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Betrayals: Book Four of The Blending
Sharon Green
Avon EOS Books, 388 pages


Art: Tom Canty
Betrayals: Book Four of The Blending
Sharon Green
Sharon Green was born and raised in Brooklyn, graduating from New York University in 1963. She married in 1963, bore three sons and was divorced in 1976. She raised them on her own in New Jersey while working as a correspondent for AT&T, a general assistant in a construction company and an assistant sales manager for an import firm until 1984 when she began to write full-time.

Sharon Green Website
ISFDB Bibliography
SF Site Review: The Blending: Convergence, Competitions, Challenges

Past Feature Reviews
A review by Robert Francis

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Betrayals is the fourth book in The Blending, and solidly builds upon the groundwork laid in the first three books. The story revolves around five people, each gifted with the power to control one of the five elements -- Air, Water, Fire, Earth, or Spirit. As the plot unfolds in the earlier books, these five have the strongest elemental powers of their generation, and in a perfect world would have assumed their rightful places atop the Empire after having won the competitions held every 25 years to select the new rulers. Unfortunately, the Empire is far from a perfect world. Betrayals begins with our heroes drugged, and headed for uncertain futures, after having fallen victim to the plots of the entrenched aristocracy who would have lost some of their power and control had these upstarts claimed their rightful thrones. But even with their treacherous victory, all is not well in the halls of power. The aristocrats' original choices for the new rulers of the Empire are dead -- killed unexpectedly in the competitions which had supposedly been rigged in their favor. Their replacements, although also aristocrats, are tied to neither the status-quo nor their erstwhile aristocratic "superiors", and threaten to take the excesses and abuses of their privileged class to staggering, and potentially disastrous, new heights.

As the name of the book implies, the plot abounds with betrayals. The most obvious one affecting the plot actually occurred in the previous book in the series, where the scheming nobles betrayed tradition, the public trust, and ultimately the best interests of the Empire by rigging the competitions so that our heroes would fail. However, it is the smaller, more subtle betrayals that give the plot its spice. The five new rulers betray one of their own, literally making him a puppet, so that their rule could go unchallenged. Some of the nobles seek to betray the new rulers, fearing that the rulers are too uncontrolled. The peasants movement, seeking to overthrow the aristocracy by non-violent means, is betrayed by infiltrators working for the nobles. And two of our heroes, Tamrissa and Vallant, continue to be betrayed by their own natures, and continue to botch what could be a romance made in heaven. Not surprising, as their elemental powers, Fire and Water, are not the most compatible either.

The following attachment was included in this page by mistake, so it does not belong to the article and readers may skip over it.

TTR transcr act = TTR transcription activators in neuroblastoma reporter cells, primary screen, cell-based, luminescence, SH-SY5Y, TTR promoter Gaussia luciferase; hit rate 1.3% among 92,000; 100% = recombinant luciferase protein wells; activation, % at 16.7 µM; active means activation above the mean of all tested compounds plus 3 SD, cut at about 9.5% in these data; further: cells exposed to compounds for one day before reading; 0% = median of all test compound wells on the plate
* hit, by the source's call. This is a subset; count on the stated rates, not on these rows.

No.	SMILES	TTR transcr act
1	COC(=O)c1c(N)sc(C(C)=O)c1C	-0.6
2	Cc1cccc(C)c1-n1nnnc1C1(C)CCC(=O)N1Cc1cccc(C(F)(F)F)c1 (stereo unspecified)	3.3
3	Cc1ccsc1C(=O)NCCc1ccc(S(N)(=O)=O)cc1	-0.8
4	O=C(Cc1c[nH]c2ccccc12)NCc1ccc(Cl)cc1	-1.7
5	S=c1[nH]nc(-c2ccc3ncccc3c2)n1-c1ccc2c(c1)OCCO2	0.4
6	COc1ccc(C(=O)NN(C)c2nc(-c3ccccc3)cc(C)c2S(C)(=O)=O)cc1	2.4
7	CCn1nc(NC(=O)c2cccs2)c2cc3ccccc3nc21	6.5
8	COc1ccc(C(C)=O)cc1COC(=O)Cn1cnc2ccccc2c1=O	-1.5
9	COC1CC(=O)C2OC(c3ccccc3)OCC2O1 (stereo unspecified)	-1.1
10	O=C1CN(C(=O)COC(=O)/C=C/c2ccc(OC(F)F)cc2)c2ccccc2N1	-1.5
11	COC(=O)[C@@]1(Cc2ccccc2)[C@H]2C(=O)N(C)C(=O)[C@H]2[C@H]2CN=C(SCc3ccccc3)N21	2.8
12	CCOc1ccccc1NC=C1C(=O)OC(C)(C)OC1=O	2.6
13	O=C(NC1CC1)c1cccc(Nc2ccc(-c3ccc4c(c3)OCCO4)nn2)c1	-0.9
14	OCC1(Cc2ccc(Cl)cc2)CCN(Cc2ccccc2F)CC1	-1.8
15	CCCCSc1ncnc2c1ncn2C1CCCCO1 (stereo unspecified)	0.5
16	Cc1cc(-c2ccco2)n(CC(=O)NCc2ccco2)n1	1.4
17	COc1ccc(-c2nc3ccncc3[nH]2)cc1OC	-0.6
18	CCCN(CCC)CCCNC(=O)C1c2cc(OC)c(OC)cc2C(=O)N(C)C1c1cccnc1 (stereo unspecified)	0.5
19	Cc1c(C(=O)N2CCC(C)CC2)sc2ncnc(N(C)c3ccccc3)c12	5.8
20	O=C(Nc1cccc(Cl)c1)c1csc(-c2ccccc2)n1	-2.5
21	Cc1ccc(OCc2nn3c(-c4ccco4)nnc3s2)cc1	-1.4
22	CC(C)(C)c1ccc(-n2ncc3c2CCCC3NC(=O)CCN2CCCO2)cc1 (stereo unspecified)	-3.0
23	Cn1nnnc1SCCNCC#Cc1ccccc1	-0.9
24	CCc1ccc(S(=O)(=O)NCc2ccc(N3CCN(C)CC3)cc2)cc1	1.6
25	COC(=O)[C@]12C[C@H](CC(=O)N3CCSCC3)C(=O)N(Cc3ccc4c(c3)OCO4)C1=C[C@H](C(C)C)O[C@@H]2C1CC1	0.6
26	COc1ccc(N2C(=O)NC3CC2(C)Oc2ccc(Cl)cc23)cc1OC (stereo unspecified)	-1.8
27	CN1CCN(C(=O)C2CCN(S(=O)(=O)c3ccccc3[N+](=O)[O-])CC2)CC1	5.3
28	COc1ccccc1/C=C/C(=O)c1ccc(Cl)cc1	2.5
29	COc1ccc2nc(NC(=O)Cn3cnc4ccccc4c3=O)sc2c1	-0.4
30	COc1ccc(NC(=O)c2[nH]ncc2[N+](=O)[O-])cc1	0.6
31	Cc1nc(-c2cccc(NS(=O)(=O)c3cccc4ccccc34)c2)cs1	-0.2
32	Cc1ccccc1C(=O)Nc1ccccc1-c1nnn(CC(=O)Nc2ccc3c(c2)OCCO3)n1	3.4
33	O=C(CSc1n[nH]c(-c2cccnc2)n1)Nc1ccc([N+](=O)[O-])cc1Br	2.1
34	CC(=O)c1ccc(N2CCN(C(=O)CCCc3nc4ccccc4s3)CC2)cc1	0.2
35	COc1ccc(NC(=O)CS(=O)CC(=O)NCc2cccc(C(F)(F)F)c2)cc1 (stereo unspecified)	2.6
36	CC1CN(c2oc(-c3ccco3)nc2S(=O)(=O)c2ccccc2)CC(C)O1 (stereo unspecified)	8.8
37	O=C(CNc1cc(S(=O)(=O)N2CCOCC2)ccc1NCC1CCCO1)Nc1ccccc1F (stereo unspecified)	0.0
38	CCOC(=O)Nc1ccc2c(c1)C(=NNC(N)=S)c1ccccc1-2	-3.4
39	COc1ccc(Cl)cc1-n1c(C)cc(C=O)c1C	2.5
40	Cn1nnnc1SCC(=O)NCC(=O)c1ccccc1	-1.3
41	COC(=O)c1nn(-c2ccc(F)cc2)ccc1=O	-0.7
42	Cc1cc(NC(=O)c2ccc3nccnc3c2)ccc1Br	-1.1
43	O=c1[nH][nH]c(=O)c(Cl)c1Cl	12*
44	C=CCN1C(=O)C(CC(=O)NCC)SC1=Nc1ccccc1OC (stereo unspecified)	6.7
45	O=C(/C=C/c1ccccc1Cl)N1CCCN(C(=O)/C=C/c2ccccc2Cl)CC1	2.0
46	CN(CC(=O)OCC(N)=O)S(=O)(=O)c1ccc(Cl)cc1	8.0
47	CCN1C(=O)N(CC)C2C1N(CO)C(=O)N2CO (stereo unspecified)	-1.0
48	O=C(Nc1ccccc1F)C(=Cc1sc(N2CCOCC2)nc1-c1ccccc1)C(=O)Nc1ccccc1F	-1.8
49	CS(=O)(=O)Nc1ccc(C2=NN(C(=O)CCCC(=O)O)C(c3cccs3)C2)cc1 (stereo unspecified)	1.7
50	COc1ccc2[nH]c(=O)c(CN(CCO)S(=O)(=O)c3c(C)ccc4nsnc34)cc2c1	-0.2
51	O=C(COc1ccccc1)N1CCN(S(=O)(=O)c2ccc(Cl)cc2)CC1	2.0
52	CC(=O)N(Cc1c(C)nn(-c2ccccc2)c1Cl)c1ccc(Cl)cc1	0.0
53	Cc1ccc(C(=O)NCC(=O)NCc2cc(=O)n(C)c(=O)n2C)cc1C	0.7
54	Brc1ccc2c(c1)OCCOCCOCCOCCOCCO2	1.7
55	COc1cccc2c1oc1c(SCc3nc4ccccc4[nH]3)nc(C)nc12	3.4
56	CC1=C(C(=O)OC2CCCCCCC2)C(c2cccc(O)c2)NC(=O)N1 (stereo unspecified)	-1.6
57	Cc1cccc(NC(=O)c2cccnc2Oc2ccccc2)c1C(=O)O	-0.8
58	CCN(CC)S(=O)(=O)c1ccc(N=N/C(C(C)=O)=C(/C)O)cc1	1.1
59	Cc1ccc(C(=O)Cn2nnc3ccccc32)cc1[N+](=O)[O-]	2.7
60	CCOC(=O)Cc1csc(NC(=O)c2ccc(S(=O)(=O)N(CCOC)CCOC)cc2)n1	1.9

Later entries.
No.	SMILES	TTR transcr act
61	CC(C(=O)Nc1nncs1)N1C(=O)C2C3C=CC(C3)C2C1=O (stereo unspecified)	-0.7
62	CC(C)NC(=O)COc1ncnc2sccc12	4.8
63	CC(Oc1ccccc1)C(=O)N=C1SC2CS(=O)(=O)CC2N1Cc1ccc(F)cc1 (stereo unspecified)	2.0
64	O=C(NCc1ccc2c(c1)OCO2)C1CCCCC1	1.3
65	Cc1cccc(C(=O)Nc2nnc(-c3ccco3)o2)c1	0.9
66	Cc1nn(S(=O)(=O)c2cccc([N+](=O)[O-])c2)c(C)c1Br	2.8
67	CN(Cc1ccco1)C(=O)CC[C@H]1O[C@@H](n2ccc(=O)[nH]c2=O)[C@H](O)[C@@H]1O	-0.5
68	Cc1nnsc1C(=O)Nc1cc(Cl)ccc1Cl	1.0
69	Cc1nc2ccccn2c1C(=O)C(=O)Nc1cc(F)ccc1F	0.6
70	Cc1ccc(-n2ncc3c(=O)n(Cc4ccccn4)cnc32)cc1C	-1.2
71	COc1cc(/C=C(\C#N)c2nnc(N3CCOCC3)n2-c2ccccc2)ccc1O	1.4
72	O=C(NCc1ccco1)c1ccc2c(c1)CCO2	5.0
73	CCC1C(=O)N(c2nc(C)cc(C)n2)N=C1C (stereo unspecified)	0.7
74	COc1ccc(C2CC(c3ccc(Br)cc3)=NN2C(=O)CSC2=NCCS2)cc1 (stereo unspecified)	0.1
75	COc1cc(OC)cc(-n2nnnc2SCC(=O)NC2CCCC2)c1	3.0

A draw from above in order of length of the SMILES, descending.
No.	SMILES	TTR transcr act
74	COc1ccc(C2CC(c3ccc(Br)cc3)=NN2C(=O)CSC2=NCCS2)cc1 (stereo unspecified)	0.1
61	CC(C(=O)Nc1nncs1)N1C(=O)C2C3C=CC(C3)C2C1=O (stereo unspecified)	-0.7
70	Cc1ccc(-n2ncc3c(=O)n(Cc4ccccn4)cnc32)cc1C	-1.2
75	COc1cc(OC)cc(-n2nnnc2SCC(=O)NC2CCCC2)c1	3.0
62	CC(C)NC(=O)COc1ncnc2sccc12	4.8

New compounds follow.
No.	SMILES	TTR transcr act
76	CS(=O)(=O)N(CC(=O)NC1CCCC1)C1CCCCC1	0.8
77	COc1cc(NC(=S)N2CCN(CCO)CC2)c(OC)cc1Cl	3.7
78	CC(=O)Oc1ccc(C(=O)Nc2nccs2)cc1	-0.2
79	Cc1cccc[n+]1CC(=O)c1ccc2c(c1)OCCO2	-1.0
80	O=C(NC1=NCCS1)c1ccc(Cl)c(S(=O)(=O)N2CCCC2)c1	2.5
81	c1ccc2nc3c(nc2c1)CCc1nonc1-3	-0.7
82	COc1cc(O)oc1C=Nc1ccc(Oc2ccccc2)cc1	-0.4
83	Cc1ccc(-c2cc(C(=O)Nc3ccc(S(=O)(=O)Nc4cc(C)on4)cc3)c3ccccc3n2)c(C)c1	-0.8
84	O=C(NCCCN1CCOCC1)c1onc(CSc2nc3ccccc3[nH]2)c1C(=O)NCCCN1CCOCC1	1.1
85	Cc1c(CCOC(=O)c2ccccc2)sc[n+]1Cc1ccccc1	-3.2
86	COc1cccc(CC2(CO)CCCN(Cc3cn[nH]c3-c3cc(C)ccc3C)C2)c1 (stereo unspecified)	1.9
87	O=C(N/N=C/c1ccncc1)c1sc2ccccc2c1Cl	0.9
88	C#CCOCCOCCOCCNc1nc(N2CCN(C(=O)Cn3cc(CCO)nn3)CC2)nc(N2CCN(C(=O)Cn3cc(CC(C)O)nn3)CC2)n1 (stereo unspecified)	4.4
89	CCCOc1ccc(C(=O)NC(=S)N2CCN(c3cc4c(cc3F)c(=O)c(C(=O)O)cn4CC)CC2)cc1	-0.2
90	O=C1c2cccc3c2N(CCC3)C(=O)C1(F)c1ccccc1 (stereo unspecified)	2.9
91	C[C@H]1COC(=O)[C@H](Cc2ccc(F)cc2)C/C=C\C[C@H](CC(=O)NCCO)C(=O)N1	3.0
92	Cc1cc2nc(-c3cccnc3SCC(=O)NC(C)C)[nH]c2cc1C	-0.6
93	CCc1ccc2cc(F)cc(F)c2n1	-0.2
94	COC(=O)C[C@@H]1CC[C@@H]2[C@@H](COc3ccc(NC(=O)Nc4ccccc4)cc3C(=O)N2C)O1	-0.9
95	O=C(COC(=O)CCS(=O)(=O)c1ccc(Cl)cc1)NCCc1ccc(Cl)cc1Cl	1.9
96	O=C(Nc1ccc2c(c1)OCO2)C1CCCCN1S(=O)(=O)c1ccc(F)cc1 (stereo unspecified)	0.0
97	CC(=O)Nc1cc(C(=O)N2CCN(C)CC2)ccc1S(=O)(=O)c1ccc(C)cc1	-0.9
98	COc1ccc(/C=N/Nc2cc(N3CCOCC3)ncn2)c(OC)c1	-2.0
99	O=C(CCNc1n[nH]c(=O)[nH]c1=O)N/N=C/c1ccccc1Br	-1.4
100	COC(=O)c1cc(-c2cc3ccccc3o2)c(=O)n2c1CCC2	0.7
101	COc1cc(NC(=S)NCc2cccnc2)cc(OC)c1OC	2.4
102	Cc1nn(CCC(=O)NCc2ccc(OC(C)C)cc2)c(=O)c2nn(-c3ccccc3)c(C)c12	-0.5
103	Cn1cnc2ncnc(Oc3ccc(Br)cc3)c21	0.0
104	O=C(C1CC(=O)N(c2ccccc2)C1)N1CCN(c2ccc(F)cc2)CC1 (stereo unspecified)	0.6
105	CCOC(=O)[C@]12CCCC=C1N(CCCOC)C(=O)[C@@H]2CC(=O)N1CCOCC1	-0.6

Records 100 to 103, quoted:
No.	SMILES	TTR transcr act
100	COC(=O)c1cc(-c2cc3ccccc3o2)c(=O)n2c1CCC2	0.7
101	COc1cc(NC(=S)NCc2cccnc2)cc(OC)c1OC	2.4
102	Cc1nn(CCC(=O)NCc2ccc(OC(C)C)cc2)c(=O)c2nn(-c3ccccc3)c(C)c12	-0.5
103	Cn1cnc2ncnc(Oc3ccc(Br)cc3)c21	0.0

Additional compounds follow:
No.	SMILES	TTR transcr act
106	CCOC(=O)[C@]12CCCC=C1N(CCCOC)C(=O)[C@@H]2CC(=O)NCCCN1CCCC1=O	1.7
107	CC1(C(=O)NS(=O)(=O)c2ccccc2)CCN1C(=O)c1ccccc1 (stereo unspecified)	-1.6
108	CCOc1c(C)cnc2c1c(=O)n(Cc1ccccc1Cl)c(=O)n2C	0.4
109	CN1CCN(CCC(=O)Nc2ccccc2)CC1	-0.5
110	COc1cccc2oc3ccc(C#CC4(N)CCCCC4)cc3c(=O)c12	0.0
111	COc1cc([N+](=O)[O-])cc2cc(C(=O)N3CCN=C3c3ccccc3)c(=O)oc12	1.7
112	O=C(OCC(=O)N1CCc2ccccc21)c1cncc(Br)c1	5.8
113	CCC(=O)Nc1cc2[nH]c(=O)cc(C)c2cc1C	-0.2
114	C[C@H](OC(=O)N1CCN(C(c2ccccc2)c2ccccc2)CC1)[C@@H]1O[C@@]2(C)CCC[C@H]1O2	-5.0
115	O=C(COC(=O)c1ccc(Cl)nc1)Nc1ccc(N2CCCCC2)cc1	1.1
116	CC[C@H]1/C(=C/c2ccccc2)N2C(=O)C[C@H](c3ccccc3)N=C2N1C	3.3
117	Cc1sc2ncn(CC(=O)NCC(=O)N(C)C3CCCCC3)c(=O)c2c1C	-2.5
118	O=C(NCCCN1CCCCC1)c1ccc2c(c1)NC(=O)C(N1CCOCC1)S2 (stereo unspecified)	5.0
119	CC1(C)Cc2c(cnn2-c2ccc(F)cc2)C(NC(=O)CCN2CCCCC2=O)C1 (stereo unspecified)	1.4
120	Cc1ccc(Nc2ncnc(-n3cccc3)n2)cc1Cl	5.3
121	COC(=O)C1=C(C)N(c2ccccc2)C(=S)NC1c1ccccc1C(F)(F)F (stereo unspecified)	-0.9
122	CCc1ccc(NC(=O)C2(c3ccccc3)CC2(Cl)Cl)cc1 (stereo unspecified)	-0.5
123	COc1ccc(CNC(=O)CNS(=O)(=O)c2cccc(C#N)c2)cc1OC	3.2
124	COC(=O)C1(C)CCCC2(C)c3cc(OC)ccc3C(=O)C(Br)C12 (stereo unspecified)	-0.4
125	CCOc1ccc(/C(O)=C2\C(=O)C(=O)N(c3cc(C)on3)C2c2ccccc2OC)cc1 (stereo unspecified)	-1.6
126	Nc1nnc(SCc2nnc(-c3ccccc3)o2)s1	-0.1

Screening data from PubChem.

Actually, for those who read my series review of The Blending, you'll remember that my only complaint about the earlier books was that the heroes of her story were such decent people. Ms. Green had to rely on honest misunderstandings or conflicting sets of noble ideals to provide any sort of tension between the group. Well, there has been progress on this front, as the romantic impasse between Tamrissa and Vallant, though still in place, has shifted focus considerably, and everyone else seems to be communicating clearly with each other. This has also allowed the focus of the book to shift outward a bit. In the earlier books, much of the story line was focused on how our heroes could overcome their personal differences (honest differences in attitudes and upbringing) to work effectively together. Could they? And if so, could they do it soon enough to be ready for the forces gathering against them? In Betrayals, the focus of the story line has shifted outward (with the exception of Tamrissa and Vallant's stalled romance) and towards the question of "how can our heroes overcome the treachery of the nobles, and save the Empire while they're at it"?

As I stated in my earlier review, I have enjoyed these books, and think that they would be especially well received by those who enjoy Mercedes Lackey's ever-expanding Heralds of Valdemar (and related) series. Although I have not seen any indication of how many books will ultimately be in this series, given that the story isn't over yet I suspect that there will be a minimum of five books. At least one more to go, and I'm looking forward to it!

Copyright © 1999 by Robert Francis

Robert Francis is by profession a geologist, and, perhaps due to some hidden need for symmetry, spends his spare time looking at the stars. He is married, has a son, and is proud that the entire family would rather read anything remotely resembling literature than watch Jerry Springer.


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